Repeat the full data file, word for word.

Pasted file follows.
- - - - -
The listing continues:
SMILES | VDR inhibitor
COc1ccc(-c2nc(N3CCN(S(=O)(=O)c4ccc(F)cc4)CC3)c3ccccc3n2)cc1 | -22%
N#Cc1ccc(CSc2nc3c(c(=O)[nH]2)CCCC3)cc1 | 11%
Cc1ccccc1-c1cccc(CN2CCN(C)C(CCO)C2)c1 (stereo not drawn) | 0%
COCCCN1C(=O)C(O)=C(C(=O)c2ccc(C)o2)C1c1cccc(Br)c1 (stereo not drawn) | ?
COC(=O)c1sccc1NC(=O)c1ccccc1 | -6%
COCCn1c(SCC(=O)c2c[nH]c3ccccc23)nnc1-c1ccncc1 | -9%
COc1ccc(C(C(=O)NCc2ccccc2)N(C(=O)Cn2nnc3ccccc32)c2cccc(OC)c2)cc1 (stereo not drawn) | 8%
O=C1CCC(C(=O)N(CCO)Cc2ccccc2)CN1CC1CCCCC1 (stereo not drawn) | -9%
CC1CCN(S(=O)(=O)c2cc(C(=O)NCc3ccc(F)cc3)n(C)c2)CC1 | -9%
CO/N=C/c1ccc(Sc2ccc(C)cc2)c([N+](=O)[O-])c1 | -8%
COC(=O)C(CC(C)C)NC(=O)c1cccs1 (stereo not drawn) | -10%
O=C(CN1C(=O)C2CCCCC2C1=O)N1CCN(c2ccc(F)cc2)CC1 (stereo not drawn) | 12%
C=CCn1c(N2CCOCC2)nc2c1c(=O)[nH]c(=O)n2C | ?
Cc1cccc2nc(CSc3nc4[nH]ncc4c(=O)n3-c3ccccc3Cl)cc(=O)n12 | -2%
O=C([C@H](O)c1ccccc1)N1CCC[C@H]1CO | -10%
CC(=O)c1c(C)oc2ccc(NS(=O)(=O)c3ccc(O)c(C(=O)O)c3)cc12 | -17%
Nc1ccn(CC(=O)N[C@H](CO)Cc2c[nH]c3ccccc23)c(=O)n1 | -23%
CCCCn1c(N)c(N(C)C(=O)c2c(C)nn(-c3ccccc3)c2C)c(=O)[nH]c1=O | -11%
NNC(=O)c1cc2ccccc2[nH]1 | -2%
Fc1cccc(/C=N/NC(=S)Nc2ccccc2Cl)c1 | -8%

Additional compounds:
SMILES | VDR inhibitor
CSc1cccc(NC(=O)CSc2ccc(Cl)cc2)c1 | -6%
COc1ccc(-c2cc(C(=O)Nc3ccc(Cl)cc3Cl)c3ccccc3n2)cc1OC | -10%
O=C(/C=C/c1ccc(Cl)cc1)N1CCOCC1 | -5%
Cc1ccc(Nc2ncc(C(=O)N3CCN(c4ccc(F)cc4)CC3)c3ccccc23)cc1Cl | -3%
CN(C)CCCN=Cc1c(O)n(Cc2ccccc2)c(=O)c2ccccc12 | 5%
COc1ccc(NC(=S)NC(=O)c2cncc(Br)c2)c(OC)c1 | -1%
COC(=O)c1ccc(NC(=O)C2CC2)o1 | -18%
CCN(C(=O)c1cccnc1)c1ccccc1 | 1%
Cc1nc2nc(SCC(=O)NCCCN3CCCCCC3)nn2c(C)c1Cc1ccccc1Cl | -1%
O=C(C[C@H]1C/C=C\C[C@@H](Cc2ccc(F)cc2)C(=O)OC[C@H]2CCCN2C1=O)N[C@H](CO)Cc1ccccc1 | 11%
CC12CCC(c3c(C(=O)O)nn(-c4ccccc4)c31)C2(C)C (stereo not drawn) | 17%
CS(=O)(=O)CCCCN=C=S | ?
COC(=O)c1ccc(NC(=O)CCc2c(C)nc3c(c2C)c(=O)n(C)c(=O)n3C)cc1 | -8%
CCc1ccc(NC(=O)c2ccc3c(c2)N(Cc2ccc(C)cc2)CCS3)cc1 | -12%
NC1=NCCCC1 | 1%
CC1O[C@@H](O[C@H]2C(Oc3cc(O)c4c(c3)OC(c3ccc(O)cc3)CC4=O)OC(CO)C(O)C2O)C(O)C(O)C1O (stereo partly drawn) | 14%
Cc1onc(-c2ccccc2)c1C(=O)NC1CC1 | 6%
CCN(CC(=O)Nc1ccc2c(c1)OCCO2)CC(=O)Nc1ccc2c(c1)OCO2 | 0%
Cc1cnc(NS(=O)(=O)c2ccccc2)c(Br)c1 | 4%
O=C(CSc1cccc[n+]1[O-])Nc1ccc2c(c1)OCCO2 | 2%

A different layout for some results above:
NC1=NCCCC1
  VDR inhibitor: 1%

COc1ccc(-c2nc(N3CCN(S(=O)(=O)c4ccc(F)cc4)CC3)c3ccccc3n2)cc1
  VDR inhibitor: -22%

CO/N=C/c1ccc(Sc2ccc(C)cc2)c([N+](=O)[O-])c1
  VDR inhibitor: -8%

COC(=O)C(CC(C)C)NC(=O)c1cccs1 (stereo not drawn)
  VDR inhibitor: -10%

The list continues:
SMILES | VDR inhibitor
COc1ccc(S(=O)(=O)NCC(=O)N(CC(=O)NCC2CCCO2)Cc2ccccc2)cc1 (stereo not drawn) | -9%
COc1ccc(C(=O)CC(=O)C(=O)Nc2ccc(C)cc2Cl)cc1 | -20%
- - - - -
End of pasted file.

The listing continues:
SMILES | VDR inhibitor
COc1ccc(-c2nc(N3CCN(S(=O)(=O)c4ccc(F)cc4)CC3)c3ccccc3n2)cc1 | -22%
N#Cc1ccc(CSc2nc3c(c(=O)[nH]2)CCCC3)cc1 | 11%
Cc1ccccc1-c1cccc(CN2CCN(C)C(CCO)C2)c1 (stereo not drawn) | 0%
COCCCN1C(=O)C(O)=C(C(=O)c2ccc(C)o2)C1c1cccc(Br)c1 (stereo not drawn) | ?
COC(=O)c1sccc1NC(=O)c1ccccc1 | -6%
COCCn1c(SCC(=O)c2c[nH]c3ccccc23)nnc1-c1ccncc1 | -9%
COc1ccc(C(C(=O)NCc2ccccc2)N(C(=O)Cn2nnc3ccccc32)c2cccc(OC)c2)cc1 (stereo not drawn) | 8%
O=C1CCC(C(=O)N(CCO)Cc2ccccc2)CN1CC1CCCCC1 (stereo not drawn) | -9%
CC1CCN(S(=O)(=O)c2cc(C(=O)NCc3ccc(F)cc3)n(C)c2)CC1 | -9%
CO/N=C/c1ccc(Sc2ccc(C)cc2)c([N+](=O)[O-])c1 | -8%
COC(=O)C(CC(C)C)NC(=O)c1cccs1 (stereo not drawn) | -10%
O=C(CN1C(=O)C2CCCCC2C1=O)N1CCN(c2ccc(F)cc2)CC1 (stereo not drawn) | 12%
C=CCn1c(N2CCOCC2)nc2c1c(=O)[nH]c(=O)n2C | ?
Cc1cccc2nc(CSc3nc4[nH]ncc4c(=O)n3-c3ccccc3Cl)cc(=O)n12 | -2%
O=C([C@H](O)c1ccccc1)N1CCC[C@H]1CO | -10%
CC(=O)c1c(C)oc2ccc(NS(=O)(=O)c3ccc(O)c(C(=O)O)c3)cc12 | -17%
Nc1ccn(CC(=O)N[C@H](CO)Cc2c[nH]c3ccccc23)c(=O)n1 | -23%
CCCCn1c(N)c(N(C)C(=O)c2c(C)nn(-c3ccccc3)c2C)c(=O)[nH]c1=O | -11%
NNC(=O)c1cc2ccccc2[nH]1 | -2%
Fc1cccc(/C=N/NC(=S)Nc2ccccc2Cl)c1 | -8%

Additional compounds:
SMILES | VDR inhibitor
CSc1cccc(NC(=O)CSc2ccc(Cl)cc2)c1 | -6%
COc1ccc(-c2cc(C(=O)Nc3ccc(Cl)cc3Cl)c3ccccc3n2)cc1OC | -10%
O=C(/C=C/c1ccc(Cl)cc1)N1CCOCC1 | -5%
Cc1ccc(Nc2ncc(C(=O)N3CCN(c4ccc(F)cc4)CC3)c3ccccc23)cc1Cl | -3%
CN(C)CCCN=Cc1c(O)n(Cc2ccccc2)c(=O)c2ccccc12 | 5%
COc1ccc(NC(=S)NC(=O)c2cncc(Br)c2)c(OC)c1 | -1%
COC(=O)c1ccc(NC(=O)C2CC2)o1 | -18%
CCN(C(=O)c1cccnc1)c1ccccc1 | 1%
Cc1nc2nc(SCC(=O)NCCCN3CCCCCC3)nn2c(C)c1Cc1ccccc1Cl | -1%
O=C(C[C@H]1C/C=C\C[C@@H](Cc2ccc(F)cc2)C(=O)OC[C@H]2CCCN2C1=O)N[C@H](CO)Cc1ccccc1 | 11%
CC12CCC(c3c(C(=O)O)nn(-c4ccccc4)c31)C2(C)C (stereo not drawn) | 17%
CS(=O)(=O)CCCCN=C=S | ?
COC(=O)c1ccc(NC(=O)CCc2c(C)nc3c(c2C)c(=O)n(C)c(=O)n3C)cc1 | -8%
CCc1ccc(NC(=O)c2ccc3c(c2)N(Cc2ccc(C)cc2)CCS3)cc1 | -12%
NC1=NCCCC1 | 1%
CC1O[C@@H](O[C@H]2C(Oc3cc(O)c4c(c3)OC(c3ccc(O)cc3)CC4=O)OC(CO)C(O)C2O)C(O)C(O)C1O (stereo partly drawn) | 14%
Cc1onc(-c2ccccc2)c1C(=O)NC1CC1 | 6%
CCN(CC(=O)Nc1ccc2c(c1)OCCO2)CC(=O)Nc1ccc2c(c1)OCO2 | 0%
Cc1cnc(NS(=O)(=O)c2ccccc2)c(Br)c1 | 4%
O=C(CSc1cccc[n+]1[O-])Nc1ccc2c(c1)OCCO2 | 2%

A different layout for some results above:
NC1=NCCCC1
  VDR inhibitor: 1%

COc1ccc(-c2nc(N3CCN(S(=O)(=O)c4ccc(F)cc4)CC3)c3ccccc3n2)cc1
  VDR inhibitor: -22%

CO/N=C/c1ccc(Sc2ccc(C)cc2)c([N+](=O)[O-])c1
  VDR inhibitor: -8%

COC(=O)C(CC(C)C)NC(=O)c1cccs1 (stereo not drawn)
  VDR inhibitor: -10%

The list continues:
SMILES | VDR inhibitor
COc1ccc(S(=O)(=O)NCC(=O)N(CC(=O)NCC2CCCO2)Cc2ccccc2)cc1 (stereo not drawn) | -9%
COc1ccc(C(=O)CC(=O)C(=O)Nc2ccc(C)cc2Cl)cc1 | -20%